What happened when John Cayley got his wig caught in the chandelier

Matthew Reisz

  • By the Banks of the Neva: Chapters from the Lives and Careers of the British in 18th-Century Russia by Anthony Cross
    Cambridge, 496 pp, £60.00, November 1996, ISBN 0 521 55293 1

‘Never, even in the Thames,’ a British traveller to Kronstadt wrote in the early 19th century,

did I observe a more extensive or denser forest of masts. It was gratifying to find that they were nearly all belonging to our country, and of course so many practical testimonies to our wealth, reputation and enterprise. Besides the crews of these vessels, every second person we saw was English; the beach, quays, streets and taverns (their keepers and servants also of the same nation) were crowded with them, bustling to and fro with the characteristic hurry of commercial business, and occasionally, it must be confessed, dealing out to each other, or to strangers unluckily in their way, some of the choicest flowers of nautical eloquence. This is not an occasional, but on the contrary, a constant scene all the months in which, from the absence of the ice, the Gulph of Finland is open to traders; so that the place might be taken for an English colony.

The fortress and town of Kronstadt, which protected the young St Petersburg from Swedish attack, are usually thought to have been founded a year after the city itself, in 1704. It is safe to assume that no installation of comparable strategic significance in Britain has ever been taken for a Russian colony. In an earlier book, On the Banks of the Thames, Anthony Cross attempted something like a comprehensive account of ‘Russians in 18th-century Britain’. Their profile was modest. Cross started with Peter I’s celebrated visit of 1698. Of around four hundred compatriots who followed in his footsteps, most enrolled as students, although there were also naval recruits, apprentices to shipbuilders and instrument-makers, and others (like British businessmen in today’s Japan) who looked enviously at the latest technology as displayed in industrial centres, mines, canals and factories. Even at the end of the century Grand Tourists would come here to marvel at ‘le pays de la richesse, de la sécurité et de la raison’, keen to acquire new perspectives on estate management or landscape gardening. But although there was an Orthodox church and an embassy (or at least a townhouse for the ambassador) in 18th-century London, we can hardly speak of a Russian community.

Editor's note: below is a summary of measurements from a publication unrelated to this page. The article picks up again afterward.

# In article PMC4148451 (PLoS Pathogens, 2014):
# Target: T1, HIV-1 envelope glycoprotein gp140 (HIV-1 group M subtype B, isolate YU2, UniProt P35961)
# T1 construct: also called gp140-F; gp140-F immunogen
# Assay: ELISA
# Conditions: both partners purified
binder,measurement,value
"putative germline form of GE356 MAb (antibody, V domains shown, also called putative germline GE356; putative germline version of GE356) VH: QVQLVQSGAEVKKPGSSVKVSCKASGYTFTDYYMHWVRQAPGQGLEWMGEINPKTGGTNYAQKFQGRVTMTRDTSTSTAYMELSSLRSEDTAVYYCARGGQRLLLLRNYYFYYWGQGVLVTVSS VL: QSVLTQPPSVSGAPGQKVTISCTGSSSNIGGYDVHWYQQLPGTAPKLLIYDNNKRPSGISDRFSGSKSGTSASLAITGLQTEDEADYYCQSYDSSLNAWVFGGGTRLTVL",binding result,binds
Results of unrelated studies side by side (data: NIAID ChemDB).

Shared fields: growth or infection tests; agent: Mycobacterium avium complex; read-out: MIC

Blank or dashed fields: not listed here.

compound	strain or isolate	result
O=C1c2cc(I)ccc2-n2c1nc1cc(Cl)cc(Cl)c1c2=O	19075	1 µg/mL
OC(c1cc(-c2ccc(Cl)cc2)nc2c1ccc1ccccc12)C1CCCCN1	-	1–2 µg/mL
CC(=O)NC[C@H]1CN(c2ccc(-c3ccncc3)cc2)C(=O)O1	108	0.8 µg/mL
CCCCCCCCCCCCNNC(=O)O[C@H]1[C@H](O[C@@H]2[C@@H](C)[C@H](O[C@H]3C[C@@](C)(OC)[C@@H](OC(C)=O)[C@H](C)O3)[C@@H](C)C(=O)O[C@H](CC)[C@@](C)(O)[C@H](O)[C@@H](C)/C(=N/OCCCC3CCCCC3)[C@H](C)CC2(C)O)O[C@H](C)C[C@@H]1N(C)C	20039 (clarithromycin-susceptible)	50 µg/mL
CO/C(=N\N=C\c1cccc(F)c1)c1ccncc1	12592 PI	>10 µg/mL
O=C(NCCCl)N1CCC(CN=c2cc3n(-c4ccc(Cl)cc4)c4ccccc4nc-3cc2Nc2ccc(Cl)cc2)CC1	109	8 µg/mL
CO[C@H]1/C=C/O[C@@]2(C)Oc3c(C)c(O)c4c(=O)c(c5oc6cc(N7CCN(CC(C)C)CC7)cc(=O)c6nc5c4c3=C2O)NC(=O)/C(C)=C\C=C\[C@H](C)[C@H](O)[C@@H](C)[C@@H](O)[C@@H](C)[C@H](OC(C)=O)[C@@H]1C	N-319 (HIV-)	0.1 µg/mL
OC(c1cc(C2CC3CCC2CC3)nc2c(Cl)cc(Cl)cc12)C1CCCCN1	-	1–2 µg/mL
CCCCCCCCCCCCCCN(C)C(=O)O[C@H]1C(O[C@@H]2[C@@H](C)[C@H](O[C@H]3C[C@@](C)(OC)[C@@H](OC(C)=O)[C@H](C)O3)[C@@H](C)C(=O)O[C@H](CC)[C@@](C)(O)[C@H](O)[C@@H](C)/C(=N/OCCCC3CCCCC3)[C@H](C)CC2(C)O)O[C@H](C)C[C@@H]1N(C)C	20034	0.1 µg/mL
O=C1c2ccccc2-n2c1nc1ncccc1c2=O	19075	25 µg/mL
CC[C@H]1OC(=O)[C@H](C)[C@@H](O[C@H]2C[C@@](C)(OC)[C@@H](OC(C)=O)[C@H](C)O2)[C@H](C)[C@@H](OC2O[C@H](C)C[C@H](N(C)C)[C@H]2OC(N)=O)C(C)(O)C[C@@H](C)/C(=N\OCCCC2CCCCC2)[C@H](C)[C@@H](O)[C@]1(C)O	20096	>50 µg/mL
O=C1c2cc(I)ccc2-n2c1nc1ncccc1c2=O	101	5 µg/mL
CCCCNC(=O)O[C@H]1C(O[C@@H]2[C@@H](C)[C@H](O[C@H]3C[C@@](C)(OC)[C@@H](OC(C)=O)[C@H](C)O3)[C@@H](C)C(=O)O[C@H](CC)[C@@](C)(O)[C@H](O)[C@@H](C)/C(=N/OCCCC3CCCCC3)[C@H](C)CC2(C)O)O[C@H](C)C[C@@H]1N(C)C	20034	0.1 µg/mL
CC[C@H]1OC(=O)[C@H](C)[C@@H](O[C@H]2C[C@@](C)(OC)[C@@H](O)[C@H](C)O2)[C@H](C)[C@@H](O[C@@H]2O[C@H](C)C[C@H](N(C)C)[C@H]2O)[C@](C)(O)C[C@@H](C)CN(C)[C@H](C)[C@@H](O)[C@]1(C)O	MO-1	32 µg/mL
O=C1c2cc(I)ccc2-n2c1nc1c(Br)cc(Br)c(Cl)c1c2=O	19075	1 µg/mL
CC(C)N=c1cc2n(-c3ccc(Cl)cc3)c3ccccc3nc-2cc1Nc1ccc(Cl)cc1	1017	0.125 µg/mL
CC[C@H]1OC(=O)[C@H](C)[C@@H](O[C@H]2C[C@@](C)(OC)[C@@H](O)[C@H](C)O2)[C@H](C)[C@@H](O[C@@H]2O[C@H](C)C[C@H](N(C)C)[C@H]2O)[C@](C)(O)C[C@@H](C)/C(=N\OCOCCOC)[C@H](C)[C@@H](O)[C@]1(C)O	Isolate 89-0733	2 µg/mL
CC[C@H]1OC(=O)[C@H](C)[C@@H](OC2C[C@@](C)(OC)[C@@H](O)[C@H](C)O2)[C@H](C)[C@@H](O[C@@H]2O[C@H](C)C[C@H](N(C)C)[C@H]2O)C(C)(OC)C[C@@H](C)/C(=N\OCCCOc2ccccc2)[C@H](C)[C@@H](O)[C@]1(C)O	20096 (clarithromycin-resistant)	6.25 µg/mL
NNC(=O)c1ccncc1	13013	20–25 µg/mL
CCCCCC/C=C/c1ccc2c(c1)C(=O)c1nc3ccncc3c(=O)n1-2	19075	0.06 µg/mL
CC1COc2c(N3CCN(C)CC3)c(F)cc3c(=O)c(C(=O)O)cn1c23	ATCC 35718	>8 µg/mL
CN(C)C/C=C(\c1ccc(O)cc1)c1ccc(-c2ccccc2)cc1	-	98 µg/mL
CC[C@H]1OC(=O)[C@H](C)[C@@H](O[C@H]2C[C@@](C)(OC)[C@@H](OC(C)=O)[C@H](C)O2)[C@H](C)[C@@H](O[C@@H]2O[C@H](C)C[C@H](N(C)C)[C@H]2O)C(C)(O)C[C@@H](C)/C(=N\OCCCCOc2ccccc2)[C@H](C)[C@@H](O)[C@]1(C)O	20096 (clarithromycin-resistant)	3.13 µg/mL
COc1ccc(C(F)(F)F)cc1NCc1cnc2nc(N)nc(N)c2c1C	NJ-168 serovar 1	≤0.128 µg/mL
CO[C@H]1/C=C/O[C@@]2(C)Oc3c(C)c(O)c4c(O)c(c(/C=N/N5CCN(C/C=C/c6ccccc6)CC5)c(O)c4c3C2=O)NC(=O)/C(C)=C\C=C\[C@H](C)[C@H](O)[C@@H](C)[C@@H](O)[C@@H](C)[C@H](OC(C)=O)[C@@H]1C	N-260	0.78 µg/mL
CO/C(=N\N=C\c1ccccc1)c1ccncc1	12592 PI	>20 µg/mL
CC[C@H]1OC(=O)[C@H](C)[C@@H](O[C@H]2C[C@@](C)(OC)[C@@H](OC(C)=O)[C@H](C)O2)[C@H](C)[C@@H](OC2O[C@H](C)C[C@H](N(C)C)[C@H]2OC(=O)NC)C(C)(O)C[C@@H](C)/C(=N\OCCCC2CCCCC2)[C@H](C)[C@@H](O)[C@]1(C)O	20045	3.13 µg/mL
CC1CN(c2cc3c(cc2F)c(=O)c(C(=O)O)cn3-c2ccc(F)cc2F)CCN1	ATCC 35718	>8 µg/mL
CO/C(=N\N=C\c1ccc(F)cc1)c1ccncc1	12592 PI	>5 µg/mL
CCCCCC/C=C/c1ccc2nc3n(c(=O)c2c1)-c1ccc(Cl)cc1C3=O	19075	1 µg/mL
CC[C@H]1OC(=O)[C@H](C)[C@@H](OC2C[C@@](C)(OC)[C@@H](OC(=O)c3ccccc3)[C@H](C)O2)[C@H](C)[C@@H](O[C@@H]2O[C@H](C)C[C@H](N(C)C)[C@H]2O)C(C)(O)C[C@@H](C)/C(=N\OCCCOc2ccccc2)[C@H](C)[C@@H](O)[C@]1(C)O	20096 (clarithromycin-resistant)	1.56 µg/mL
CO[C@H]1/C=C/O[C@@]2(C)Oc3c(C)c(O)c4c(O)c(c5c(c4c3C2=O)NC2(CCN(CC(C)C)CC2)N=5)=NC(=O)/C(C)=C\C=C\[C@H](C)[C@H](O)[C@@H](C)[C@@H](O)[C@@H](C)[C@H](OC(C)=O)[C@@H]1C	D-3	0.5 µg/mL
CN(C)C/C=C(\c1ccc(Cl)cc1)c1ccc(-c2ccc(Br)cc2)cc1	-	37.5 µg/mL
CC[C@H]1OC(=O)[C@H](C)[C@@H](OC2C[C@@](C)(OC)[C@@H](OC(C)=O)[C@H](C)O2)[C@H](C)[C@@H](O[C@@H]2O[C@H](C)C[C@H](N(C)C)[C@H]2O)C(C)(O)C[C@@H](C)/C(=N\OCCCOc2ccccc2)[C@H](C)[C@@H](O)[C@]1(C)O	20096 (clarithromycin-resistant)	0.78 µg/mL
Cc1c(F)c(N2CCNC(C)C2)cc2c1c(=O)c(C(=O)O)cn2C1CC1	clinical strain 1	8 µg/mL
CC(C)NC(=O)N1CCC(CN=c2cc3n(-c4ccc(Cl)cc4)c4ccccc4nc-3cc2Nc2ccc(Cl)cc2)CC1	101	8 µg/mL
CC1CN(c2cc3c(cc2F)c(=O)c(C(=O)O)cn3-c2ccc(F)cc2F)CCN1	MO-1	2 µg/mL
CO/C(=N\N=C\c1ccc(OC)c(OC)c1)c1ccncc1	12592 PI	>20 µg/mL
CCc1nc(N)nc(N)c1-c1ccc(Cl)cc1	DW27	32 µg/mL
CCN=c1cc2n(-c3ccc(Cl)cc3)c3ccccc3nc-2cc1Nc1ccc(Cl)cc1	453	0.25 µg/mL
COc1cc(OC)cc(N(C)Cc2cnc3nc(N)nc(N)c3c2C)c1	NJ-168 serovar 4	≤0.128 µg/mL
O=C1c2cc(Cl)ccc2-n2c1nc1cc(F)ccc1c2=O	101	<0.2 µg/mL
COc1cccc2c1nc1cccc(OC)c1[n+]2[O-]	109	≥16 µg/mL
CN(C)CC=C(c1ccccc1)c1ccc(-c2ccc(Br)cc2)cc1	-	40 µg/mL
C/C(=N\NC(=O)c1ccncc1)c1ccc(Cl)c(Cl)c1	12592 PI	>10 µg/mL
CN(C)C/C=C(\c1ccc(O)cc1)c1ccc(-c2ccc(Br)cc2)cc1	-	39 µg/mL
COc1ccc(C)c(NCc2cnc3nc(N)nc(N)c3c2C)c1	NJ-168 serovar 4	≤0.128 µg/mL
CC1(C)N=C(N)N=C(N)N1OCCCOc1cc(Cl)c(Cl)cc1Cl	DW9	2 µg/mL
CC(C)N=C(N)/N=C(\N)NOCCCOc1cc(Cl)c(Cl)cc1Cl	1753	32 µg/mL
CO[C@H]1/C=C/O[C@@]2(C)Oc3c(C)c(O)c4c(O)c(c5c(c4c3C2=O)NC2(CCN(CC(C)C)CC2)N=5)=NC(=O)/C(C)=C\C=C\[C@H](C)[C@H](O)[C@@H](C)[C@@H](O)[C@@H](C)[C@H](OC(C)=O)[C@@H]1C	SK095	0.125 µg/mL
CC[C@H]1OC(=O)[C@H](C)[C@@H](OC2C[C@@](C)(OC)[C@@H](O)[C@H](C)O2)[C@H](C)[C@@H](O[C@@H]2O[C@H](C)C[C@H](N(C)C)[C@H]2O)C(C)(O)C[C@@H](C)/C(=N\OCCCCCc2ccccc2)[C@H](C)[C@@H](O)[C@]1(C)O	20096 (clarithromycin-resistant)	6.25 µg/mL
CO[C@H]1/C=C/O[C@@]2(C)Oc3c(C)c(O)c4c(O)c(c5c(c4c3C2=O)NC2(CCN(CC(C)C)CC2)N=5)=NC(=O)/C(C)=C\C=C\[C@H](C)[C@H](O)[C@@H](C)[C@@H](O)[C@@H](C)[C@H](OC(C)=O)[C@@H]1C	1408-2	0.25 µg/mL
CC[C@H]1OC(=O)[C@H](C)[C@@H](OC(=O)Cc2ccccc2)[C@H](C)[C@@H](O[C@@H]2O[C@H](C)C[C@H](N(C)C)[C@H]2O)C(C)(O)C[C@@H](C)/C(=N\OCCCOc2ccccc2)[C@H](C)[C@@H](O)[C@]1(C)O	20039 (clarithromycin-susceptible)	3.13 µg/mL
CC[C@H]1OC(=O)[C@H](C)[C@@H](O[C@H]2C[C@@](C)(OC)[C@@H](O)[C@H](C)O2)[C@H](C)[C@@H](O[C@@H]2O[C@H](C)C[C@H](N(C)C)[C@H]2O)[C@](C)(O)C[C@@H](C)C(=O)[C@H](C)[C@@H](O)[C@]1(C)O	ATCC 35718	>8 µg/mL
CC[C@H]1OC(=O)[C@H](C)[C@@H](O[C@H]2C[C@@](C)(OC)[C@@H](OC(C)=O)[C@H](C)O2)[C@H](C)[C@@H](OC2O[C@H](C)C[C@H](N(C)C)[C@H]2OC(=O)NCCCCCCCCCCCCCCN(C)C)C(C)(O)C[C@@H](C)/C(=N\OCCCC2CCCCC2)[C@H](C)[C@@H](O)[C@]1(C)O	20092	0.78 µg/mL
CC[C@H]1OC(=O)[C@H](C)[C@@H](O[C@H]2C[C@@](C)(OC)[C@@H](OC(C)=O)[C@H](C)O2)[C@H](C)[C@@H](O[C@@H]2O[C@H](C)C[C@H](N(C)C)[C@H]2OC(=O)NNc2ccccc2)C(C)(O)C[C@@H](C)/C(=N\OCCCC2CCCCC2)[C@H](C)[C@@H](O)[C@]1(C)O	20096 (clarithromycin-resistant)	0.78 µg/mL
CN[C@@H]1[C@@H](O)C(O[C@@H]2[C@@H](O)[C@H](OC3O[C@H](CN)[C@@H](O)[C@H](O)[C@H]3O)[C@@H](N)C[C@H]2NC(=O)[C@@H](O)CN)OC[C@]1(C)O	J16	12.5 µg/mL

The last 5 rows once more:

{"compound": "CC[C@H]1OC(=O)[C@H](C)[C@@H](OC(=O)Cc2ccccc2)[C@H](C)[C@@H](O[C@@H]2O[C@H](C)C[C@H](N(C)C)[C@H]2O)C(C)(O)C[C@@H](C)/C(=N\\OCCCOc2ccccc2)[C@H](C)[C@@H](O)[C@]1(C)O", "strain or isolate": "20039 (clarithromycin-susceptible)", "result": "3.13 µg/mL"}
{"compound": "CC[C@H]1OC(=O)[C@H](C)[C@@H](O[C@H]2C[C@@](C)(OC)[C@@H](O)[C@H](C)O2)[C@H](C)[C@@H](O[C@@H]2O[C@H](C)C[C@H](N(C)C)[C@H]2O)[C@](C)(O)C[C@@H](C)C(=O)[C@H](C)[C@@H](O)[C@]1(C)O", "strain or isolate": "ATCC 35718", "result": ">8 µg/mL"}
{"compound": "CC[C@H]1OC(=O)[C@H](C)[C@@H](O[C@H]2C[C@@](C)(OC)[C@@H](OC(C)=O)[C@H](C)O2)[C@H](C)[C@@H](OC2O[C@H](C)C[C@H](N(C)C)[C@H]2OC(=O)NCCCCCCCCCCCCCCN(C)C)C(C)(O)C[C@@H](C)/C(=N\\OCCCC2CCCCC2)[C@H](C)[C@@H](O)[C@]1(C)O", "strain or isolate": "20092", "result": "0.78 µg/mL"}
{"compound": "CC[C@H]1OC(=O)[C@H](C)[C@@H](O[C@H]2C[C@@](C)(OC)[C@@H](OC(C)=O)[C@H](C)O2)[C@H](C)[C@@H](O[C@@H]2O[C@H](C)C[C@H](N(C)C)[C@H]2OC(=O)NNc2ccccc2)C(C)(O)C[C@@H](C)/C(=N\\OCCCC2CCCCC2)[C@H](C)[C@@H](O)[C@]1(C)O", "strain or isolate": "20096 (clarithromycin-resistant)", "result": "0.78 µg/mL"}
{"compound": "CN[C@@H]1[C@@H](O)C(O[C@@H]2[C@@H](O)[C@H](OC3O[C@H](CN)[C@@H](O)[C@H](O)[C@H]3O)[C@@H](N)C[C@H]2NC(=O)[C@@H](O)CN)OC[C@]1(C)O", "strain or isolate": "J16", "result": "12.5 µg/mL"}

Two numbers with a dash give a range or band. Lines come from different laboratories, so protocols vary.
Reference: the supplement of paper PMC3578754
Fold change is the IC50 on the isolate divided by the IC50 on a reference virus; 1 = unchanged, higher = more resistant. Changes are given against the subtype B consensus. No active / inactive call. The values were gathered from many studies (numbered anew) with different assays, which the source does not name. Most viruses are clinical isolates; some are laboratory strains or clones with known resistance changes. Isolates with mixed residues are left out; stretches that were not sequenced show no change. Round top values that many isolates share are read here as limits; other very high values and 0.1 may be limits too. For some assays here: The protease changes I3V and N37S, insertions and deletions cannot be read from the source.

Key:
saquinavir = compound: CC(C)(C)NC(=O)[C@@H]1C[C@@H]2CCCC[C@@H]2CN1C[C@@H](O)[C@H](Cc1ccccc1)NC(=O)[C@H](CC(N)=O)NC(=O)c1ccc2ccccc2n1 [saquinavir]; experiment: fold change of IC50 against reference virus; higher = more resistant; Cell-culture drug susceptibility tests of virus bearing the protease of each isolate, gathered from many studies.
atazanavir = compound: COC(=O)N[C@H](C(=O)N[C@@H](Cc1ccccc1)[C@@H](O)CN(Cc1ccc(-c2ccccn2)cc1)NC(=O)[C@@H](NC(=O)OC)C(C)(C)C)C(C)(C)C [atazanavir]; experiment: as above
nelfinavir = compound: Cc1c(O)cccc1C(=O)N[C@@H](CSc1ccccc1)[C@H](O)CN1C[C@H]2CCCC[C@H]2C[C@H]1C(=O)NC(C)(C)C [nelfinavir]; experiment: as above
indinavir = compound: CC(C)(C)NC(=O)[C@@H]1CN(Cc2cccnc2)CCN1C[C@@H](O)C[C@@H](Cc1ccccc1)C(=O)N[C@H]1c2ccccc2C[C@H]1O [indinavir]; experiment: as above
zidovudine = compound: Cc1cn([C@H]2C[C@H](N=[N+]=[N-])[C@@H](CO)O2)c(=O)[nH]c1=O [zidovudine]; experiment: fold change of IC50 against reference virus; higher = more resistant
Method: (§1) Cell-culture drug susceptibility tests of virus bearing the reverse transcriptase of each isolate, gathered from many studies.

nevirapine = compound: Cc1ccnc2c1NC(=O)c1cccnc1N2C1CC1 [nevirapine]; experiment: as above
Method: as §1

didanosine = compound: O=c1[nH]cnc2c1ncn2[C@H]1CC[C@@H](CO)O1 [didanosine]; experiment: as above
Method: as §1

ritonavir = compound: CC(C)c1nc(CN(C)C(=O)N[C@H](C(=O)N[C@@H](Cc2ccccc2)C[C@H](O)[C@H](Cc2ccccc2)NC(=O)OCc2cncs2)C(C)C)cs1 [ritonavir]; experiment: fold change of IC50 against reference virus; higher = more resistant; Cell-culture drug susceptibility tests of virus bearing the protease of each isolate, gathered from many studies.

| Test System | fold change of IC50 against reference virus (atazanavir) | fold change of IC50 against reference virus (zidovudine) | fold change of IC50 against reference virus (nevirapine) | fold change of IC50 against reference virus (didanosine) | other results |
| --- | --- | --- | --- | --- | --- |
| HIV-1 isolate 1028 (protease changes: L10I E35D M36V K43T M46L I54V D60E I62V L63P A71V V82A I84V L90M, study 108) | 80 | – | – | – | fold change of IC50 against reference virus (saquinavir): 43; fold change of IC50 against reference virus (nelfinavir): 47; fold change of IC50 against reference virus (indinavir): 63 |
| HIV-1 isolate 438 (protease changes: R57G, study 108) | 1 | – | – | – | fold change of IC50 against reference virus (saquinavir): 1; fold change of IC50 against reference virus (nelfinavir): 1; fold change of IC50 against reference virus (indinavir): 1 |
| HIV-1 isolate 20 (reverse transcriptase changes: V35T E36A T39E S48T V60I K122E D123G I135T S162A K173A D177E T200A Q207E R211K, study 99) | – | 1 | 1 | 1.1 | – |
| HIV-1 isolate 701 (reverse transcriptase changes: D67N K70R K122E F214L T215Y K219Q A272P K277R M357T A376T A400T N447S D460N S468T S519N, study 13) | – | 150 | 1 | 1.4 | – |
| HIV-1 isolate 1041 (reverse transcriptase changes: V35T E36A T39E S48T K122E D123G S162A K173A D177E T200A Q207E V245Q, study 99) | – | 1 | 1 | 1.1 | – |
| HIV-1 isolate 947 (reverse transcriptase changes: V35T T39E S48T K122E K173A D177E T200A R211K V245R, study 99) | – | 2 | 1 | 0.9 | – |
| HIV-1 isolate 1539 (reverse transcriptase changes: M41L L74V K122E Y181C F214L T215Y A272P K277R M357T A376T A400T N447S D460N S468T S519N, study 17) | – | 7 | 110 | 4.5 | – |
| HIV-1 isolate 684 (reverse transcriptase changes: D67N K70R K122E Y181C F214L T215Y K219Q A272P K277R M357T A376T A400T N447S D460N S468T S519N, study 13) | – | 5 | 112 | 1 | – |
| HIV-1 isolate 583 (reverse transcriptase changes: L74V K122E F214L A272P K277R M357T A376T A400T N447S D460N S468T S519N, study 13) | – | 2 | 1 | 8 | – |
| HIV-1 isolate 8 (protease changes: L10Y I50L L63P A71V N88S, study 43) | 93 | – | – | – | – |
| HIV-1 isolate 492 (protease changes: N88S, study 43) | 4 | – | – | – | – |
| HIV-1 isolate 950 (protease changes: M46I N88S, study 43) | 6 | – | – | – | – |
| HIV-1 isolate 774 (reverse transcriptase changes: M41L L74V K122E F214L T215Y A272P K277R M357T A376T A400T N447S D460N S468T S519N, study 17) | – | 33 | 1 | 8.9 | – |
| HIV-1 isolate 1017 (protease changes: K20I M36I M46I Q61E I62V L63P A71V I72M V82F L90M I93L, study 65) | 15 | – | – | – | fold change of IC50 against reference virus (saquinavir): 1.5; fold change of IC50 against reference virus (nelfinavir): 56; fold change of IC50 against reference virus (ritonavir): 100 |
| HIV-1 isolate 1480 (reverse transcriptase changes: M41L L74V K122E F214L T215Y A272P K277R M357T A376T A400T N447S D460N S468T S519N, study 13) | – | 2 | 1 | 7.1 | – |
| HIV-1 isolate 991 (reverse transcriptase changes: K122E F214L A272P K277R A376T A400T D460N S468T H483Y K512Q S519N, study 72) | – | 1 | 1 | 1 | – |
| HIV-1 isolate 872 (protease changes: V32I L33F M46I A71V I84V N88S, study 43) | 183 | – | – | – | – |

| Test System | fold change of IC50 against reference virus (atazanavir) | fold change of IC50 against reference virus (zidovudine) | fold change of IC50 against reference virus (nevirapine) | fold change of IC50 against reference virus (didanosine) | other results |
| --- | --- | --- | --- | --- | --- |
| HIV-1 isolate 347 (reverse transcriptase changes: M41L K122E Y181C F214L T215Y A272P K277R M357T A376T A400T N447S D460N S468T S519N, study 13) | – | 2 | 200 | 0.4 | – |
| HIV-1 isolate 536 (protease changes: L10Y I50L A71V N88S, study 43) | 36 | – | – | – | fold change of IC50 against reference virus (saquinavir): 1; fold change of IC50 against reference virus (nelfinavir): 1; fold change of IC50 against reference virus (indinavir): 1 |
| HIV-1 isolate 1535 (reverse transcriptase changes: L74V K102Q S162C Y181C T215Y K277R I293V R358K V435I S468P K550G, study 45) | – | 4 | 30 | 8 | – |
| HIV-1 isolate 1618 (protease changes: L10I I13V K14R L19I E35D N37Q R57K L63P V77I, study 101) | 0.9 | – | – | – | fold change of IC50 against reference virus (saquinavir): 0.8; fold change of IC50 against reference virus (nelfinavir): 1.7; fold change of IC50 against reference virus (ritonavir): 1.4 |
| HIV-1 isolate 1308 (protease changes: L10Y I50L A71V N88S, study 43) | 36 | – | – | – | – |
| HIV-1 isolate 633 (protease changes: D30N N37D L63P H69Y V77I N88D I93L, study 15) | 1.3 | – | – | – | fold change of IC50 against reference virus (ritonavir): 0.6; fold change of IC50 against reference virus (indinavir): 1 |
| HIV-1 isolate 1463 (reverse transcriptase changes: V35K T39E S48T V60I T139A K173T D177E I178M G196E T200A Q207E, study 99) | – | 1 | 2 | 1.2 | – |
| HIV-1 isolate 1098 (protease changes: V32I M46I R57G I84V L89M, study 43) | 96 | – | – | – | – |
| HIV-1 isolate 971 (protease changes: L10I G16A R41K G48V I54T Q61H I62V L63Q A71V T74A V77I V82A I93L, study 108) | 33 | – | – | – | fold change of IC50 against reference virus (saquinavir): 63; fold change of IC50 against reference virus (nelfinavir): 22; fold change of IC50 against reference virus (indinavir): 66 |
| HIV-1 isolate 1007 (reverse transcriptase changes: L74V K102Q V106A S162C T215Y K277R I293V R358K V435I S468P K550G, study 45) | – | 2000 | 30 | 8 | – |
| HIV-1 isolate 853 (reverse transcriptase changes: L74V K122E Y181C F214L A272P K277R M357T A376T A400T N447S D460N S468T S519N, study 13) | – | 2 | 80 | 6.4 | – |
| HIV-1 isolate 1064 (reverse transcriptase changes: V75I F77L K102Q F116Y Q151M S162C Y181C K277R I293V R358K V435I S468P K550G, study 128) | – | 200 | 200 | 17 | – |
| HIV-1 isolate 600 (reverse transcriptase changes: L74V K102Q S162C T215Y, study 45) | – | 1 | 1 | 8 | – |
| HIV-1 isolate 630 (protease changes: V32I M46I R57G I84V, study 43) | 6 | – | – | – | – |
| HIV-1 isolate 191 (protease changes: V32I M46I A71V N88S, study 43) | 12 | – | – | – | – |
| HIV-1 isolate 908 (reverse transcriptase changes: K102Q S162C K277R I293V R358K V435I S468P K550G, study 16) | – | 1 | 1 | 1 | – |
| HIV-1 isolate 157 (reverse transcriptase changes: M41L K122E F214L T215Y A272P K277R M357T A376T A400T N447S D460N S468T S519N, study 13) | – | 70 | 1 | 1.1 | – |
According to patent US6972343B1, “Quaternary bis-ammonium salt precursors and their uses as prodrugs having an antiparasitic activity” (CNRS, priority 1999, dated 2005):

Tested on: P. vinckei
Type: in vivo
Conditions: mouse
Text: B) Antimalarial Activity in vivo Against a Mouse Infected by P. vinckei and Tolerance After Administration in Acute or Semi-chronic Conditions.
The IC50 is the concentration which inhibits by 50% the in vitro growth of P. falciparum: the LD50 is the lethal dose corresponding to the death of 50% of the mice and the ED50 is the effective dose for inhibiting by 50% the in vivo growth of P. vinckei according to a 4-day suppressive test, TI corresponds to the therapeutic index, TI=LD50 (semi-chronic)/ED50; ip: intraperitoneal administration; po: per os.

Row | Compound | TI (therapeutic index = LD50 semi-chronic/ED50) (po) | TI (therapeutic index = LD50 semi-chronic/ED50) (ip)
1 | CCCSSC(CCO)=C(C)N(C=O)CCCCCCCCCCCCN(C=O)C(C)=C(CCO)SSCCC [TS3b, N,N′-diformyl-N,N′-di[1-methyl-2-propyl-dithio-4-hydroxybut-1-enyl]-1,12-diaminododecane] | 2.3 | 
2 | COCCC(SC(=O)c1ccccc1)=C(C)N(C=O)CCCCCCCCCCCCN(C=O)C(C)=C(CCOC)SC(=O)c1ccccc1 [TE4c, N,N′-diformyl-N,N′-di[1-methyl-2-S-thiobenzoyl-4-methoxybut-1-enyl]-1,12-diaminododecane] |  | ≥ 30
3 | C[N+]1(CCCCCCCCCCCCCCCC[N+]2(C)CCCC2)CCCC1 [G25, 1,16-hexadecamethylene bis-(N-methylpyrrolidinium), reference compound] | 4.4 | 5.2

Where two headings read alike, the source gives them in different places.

St Petersburg was quite different. When Peter the Great repaired to a little cabin near his western border and dreamed of a new ‘European’ city rising up from the swampland before him, he had little choice but to import skilled manpower on a scale which makes comprehensive treatment impossible in a single volume. Instead Cross offers ‘chapters from the lives and careers’ of the traders, doctors, clergymen, craftsmen and artists, who formed ‘a sort of transplanted City of London in miniature’. A commercial treaty exempting British merchants from the requirement to billet soldiers made them attractive to landlords. Often they rented houses on what became the English Embankment, with ‘balconies large enough to drink Tea on’. Few made any concessions to their surroundings: ‘Furniture, meals, establishments,’ wrote a chaplain, ‘everything is English – even to the chimney fire. Here where wood is in such plenty, the Englishman fetches his coal from home.’ Only a small minority attempted to learn Russian and a bilingual guide to the basic vocabulary was obliged to point out that ‘’tis a Language of great use in this country: & without it one labours under a great many inconveniences here.’ Even travellers who had left England to escape scandals or criminal charges tended to take a dim view of the Russian people, especially the servants, possessed, in one view, of ‘everything which attends Ignorance, that is Ingratitude, Dirt and Sauciness; they are, in my opinion, far inferior to a well-taught Bear.’

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